When I renovated my teeny tiny hovel on the Cape, I decided that a fireplace would be just the ticket!!!!!
Not to toot my own horn or nothin' but
I am the master of shoving a lot into teeny tiny spaces.....
As I told you guys in a previous post, I scoured different salvage yards to find things for this project.
I sometimes have specific items in mind that I search for,
but many times I stumble across things that tickle my fancy.....
and I want to use them.....
and I scrunch up my eyes and think real hard.....
where can I stick this???????
that is what happened when I found this mantel.
Boston Globe Design Magazine
It is a Tudor style, probably from a house built in the early part of the 20th century.
It was dark stained wood when I found it.
I thought that painting it white would transform it and give it more of a beachy cottage feel.
I tucked it into the wall that backs up to the kitchen and bathroom, enabling me to create a seating grouping that was centered on the hearth.
Since I had two different magazines publish this house, we had to style it differently for each one, although we shot them both on the same day.
For The Boston Globe Magazine, we shot it way I usually had it.
The pair of silver fishes are actually some kind of place card or menu holder as they have slots in the tops of their backs.
For Decorating Magazine, we used the set of china coasters I had, and set them in a row along the mantel shelf.
We also changed the plants in the mismatched cache-pots.
I like to use things that are mismatched.
I think it keeps designs from looking too set and staged.
The candle holders on either side of the picture were wonderful as they also held plates.
The plates I used were part of a set of pink shell dishes that were a gift from my sister-in-law, Faye.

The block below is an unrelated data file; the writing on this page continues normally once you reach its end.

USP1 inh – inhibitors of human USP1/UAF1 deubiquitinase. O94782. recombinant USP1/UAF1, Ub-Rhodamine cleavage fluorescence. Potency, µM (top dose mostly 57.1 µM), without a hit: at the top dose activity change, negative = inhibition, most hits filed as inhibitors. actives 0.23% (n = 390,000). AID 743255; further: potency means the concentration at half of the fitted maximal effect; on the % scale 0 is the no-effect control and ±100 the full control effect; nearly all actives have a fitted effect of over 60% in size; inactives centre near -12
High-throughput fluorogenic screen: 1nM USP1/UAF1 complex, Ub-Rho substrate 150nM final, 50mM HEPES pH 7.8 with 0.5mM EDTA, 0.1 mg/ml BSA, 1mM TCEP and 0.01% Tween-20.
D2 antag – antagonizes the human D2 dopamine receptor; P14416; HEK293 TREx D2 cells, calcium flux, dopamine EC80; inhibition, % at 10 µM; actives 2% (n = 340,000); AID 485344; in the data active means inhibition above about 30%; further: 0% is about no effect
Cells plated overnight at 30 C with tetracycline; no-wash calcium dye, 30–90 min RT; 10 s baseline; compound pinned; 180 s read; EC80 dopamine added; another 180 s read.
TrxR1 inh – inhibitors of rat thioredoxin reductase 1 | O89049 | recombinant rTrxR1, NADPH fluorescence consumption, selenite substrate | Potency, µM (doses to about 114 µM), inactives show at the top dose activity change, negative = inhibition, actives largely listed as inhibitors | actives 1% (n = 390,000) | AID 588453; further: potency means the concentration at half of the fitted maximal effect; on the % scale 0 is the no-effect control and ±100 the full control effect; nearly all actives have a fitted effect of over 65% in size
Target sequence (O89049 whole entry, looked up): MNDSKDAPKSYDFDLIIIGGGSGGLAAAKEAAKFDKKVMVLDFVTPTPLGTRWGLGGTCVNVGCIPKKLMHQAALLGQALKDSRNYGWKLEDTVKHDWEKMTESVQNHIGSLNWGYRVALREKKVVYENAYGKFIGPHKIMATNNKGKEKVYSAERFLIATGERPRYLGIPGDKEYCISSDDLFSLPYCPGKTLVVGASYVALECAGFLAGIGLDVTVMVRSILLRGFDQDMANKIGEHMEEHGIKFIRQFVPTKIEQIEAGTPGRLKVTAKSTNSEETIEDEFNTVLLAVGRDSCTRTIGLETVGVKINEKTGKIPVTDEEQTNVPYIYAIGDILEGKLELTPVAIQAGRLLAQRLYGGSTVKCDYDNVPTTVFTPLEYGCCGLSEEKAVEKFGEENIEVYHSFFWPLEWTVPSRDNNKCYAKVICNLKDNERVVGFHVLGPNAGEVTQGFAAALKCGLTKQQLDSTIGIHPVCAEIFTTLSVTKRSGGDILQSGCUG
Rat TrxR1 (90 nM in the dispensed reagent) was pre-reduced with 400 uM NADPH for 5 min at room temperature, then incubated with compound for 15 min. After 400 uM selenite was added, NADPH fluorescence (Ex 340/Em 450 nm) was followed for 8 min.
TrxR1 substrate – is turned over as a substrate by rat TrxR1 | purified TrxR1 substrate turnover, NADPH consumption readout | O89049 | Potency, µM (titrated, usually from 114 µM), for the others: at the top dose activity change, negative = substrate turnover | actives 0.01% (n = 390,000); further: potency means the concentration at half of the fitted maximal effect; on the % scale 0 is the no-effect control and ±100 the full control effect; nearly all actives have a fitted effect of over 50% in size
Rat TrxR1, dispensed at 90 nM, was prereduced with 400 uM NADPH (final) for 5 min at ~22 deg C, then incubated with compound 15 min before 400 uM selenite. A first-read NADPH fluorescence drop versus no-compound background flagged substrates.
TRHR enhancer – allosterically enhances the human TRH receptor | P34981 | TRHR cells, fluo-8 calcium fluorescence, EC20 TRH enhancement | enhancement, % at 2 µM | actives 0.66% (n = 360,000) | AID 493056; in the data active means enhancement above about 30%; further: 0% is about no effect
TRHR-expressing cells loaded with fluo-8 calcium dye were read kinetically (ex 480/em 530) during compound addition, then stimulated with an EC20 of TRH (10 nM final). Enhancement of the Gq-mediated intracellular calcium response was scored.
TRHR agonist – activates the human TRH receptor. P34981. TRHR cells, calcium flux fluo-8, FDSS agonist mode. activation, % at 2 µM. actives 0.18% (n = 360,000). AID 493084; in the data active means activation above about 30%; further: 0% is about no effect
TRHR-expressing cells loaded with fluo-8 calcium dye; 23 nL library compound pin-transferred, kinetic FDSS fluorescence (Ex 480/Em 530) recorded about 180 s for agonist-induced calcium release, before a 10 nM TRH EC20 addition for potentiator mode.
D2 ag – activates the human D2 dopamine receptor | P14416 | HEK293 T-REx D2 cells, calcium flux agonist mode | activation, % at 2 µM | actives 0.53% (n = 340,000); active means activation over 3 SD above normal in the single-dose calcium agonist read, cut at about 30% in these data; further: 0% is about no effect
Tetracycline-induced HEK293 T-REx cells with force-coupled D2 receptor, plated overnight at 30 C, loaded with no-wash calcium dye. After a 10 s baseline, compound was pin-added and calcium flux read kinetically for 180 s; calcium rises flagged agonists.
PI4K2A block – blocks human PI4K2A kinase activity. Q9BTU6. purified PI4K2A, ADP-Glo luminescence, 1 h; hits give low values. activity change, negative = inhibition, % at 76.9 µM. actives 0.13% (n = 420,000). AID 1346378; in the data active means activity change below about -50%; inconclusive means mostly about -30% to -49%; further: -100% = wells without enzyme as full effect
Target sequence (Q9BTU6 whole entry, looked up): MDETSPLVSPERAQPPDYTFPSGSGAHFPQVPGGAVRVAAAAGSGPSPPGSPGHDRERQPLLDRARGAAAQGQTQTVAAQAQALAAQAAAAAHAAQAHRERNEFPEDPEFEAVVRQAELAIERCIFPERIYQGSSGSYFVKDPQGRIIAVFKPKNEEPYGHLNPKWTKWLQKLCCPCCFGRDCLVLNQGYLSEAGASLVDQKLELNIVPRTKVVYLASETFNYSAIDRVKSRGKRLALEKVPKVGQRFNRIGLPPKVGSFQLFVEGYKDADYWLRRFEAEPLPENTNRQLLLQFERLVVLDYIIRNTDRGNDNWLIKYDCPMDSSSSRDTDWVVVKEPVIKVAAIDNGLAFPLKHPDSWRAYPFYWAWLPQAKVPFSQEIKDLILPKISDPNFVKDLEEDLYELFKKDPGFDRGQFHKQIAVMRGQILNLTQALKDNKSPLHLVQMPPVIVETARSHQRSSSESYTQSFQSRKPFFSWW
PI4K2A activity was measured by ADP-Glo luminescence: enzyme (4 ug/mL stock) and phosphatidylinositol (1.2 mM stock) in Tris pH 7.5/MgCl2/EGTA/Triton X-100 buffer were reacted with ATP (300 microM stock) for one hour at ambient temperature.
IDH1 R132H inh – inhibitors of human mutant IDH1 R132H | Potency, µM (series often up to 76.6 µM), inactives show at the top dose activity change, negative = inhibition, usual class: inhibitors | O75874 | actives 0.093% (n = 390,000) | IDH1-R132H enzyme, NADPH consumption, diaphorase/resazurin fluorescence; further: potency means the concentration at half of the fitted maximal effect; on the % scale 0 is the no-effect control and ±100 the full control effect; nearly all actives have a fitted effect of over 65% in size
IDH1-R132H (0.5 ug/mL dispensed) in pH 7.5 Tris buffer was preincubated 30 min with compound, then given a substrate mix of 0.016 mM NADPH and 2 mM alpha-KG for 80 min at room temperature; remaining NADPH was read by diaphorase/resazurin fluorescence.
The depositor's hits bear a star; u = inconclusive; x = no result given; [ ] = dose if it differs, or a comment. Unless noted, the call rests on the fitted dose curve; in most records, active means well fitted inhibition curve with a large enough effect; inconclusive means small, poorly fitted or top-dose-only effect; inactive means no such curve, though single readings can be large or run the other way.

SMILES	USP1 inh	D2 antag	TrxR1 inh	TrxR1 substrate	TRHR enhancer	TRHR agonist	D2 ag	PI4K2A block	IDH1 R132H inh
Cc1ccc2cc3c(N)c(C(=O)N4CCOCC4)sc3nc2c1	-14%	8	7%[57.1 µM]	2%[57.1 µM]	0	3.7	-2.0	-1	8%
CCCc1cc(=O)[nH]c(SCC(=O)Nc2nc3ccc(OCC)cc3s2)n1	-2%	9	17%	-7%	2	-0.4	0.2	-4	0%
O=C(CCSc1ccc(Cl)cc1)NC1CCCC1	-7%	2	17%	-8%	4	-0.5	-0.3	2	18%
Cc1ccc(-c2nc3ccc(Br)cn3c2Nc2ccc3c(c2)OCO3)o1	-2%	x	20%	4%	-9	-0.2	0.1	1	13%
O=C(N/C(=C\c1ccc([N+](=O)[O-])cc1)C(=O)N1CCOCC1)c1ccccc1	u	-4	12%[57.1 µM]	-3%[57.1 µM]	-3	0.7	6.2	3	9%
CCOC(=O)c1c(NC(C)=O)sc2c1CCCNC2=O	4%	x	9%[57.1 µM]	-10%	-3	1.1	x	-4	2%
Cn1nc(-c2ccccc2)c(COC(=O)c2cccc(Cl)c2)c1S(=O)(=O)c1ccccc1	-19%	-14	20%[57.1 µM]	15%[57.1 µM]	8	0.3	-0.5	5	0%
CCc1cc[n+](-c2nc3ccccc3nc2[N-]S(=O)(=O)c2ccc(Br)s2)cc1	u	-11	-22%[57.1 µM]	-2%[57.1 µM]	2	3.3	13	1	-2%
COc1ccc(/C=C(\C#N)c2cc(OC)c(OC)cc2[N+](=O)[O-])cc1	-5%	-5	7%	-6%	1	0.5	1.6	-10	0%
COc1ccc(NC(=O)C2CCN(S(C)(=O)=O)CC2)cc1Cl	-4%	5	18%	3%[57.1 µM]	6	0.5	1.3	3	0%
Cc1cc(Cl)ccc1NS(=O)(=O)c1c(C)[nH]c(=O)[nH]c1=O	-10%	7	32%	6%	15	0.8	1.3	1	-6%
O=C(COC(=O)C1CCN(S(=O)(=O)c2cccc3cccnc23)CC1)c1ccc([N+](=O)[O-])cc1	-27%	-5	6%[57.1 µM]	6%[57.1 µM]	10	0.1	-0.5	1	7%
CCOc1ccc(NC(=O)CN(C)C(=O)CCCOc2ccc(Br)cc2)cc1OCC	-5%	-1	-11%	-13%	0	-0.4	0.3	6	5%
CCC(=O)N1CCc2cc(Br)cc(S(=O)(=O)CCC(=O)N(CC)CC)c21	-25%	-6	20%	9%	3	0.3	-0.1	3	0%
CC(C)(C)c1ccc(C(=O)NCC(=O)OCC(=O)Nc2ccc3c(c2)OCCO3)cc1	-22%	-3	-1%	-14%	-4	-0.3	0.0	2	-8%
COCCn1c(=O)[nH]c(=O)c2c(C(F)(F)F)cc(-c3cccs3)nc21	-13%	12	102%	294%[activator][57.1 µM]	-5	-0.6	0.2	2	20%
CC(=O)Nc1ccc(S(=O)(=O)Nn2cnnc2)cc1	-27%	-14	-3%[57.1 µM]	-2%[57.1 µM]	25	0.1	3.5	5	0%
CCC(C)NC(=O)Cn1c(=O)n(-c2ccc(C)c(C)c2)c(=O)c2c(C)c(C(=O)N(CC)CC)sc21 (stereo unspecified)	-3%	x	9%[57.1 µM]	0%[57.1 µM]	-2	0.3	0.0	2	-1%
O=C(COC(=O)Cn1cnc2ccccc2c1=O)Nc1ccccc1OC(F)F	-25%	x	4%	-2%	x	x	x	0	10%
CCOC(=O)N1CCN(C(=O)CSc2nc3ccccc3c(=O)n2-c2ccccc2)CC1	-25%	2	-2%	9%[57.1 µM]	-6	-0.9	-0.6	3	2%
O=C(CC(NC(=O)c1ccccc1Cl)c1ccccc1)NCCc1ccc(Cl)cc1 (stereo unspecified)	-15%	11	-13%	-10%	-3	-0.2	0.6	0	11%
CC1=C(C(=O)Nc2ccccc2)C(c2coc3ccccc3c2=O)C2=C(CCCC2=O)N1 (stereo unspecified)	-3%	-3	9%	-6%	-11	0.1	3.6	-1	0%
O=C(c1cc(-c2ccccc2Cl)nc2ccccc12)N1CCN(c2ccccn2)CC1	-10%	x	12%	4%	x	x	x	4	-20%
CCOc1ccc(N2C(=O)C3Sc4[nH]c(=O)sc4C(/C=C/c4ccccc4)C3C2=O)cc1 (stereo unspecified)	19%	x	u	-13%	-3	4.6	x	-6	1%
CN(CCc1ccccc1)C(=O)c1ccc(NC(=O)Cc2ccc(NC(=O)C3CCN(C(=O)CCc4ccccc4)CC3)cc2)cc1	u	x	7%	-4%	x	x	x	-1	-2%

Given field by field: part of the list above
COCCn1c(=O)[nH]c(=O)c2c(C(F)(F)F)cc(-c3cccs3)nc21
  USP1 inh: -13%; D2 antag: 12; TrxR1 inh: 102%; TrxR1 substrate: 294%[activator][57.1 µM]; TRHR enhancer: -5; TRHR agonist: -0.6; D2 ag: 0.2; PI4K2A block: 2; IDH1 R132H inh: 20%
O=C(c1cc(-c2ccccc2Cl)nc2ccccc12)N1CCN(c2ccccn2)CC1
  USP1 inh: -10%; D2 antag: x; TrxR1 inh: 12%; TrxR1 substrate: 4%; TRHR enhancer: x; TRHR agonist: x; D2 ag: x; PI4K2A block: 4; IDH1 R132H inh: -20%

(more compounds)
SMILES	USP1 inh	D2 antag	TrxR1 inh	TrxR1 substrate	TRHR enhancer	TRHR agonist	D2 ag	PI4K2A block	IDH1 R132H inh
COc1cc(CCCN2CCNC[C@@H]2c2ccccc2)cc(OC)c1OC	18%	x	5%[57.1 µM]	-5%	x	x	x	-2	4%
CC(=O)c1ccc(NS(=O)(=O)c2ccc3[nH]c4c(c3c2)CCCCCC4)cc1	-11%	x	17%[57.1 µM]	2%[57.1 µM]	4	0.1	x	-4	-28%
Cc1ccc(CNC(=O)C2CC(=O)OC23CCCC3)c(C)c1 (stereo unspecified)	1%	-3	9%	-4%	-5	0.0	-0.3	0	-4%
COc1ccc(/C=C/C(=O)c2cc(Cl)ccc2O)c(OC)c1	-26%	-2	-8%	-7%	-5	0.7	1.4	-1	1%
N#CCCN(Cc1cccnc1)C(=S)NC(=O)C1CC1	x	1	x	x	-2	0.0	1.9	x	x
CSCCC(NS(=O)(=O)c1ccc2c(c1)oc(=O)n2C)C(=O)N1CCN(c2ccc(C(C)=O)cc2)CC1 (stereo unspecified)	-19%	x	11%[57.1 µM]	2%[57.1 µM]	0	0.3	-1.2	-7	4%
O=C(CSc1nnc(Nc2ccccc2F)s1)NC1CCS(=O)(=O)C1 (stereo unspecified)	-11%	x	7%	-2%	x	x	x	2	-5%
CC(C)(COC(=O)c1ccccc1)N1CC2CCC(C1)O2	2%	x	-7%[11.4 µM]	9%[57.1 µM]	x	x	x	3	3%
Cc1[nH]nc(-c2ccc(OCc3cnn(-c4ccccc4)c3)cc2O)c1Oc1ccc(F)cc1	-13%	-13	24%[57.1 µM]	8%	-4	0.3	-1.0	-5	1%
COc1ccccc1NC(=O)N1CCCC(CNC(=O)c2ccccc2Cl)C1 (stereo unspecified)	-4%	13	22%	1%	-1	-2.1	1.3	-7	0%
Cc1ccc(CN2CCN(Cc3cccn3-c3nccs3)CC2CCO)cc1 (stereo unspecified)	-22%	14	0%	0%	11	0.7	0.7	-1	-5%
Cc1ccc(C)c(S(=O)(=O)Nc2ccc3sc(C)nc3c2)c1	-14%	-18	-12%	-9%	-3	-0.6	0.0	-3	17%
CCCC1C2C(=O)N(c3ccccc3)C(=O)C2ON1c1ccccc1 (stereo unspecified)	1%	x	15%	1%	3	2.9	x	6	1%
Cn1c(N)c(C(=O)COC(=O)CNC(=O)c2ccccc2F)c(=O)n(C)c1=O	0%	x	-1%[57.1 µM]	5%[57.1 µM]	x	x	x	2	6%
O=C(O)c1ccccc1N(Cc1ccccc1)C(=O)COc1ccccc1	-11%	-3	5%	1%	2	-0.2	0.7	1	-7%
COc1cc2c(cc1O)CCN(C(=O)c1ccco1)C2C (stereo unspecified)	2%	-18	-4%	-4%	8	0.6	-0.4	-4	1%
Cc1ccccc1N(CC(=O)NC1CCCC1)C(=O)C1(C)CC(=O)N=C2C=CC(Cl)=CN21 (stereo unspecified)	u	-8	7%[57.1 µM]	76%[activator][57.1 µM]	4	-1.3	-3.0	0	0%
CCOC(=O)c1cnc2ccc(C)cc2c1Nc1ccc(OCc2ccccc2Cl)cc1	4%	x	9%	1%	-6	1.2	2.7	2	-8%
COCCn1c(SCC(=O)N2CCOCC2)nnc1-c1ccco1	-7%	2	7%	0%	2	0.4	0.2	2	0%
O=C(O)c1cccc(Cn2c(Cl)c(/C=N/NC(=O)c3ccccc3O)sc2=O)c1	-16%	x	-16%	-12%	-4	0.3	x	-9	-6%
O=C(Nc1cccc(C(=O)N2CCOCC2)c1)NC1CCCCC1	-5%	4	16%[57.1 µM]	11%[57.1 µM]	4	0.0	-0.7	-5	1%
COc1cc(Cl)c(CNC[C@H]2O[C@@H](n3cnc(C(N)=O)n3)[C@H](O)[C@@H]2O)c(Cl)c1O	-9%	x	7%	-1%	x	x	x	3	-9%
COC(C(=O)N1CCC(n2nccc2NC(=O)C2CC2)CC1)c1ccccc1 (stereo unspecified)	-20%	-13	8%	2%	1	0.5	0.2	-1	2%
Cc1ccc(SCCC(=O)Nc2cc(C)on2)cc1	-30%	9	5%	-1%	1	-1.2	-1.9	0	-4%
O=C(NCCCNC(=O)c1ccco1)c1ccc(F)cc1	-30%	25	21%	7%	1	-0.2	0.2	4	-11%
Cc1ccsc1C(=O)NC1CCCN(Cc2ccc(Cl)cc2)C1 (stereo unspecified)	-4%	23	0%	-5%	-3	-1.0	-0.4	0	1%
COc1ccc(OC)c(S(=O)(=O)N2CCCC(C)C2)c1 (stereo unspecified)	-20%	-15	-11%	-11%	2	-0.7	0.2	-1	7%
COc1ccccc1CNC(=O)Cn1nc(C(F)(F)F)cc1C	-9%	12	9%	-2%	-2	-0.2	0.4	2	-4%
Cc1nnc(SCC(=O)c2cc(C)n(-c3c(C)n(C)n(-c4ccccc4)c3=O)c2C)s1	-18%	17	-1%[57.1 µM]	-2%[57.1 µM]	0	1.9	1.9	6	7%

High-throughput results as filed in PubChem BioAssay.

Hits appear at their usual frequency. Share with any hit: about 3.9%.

The watercolor was painted by the same artist that did the picture over the sofa.
I had it framed with glass that was non-reflective and filtered out the harmful rays of the sun.
You may remember this painting.....
I gave it to my niece Miriam and her hubby Ross for their living room.
This has been accessorized more since the last time I showed it to you guys, but that's another story on another day.....
I don't know why I have another shot of the mantel from a different angle, but since I had it, I decided to show it.....
When I designed this fireplace, I wanted it to look as traditional as possible, even though I was using a modern fireplace insert.
These inserts have a raised firebox, and I did not want to do a raised hearth.
For one thing, I don't like them.....
and for another, there was no room in the floorplan.
I did what I always do!!!!!
I faked it!!!!!
I clad the face of the metal box with smooth black slate, and treated it with a traditional hearth.
Using a black facade with no sheen, creates the illusion of the firebox being part of the whole unit, not floating off the floor like it does when people clad these boxes with a lighter material like marble or lime stone.
To the right of the fireplace is the kitchen.
I separated it from the living room with a half wall that terminated in newel posts.
The posts were the same style as the ones I had built for the railing on the loft.
The amount of conversation that was required with the builder to get him to make the simple posts was really annoying.
Who knew I would end up dating him?????
On that note,